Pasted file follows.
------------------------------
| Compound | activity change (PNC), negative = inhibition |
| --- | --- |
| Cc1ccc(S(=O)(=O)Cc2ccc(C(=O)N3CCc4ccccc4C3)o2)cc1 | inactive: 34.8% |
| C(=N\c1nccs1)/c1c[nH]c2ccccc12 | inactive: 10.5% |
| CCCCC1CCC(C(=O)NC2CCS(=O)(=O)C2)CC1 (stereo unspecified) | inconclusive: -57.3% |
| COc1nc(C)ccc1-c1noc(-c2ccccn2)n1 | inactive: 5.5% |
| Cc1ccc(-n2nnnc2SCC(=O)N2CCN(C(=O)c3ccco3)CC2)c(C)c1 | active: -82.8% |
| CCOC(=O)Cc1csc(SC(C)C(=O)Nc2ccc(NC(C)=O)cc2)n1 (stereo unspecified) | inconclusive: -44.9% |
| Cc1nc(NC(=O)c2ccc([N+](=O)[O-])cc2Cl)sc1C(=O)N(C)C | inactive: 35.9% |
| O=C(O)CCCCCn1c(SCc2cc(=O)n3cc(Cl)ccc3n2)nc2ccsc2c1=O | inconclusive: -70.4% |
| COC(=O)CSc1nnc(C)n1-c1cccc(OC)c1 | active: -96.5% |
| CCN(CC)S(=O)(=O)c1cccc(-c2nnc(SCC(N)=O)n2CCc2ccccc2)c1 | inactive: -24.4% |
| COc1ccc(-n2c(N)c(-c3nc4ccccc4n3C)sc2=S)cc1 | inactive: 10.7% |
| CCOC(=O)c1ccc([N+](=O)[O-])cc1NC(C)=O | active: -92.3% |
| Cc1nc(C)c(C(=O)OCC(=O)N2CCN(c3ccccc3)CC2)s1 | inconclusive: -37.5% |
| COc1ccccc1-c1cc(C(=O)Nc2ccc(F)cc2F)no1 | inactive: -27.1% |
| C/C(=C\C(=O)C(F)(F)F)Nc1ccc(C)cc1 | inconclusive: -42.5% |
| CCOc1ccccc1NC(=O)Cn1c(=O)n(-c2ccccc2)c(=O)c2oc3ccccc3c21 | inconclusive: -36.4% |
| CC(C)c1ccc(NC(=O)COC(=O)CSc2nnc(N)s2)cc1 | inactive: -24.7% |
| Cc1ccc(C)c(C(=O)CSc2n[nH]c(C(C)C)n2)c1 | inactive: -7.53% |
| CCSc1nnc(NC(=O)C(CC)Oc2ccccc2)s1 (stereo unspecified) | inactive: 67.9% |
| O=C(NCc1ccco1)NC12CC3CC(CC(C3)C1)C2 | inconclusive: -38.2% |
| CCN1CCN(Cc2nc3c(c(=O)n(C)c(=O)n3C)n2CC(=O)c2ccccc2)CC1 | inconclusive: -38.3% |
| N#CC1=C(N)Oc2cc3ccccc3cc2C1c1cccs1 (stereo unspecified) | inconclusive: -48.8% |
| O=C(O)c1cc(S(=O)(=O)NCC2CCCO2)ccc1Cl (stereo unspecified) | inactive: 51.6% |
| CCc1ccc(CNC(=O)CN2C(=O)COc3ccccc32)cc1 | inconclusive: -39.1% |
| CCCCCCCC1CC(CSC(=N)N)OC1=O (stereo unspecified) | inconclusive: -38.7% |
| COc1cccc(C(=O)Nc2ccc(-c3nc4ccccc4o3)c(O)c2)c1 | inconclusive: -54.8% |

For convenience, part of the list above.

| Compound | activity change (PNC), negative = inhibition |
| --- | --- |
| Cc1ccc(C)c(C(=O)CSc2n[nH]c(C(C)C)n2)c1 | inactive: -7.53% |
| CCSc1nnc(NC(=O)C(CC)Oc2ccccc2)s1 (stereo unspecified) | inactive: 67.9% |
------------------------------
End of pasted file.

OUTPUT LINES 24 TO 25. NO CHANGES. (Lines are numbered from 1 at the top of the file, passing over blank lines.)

| N#CC1=C(N)Oc2cc3ccccc3cc2C1c1cccs1 (stereo unspecified) | inconclusive: -48.8% |
| O=C(O)c1cc(S(=O)(=O)NCC2CCCO2)ccc1Cl (stereo unspecified) | inactive: 51.6% |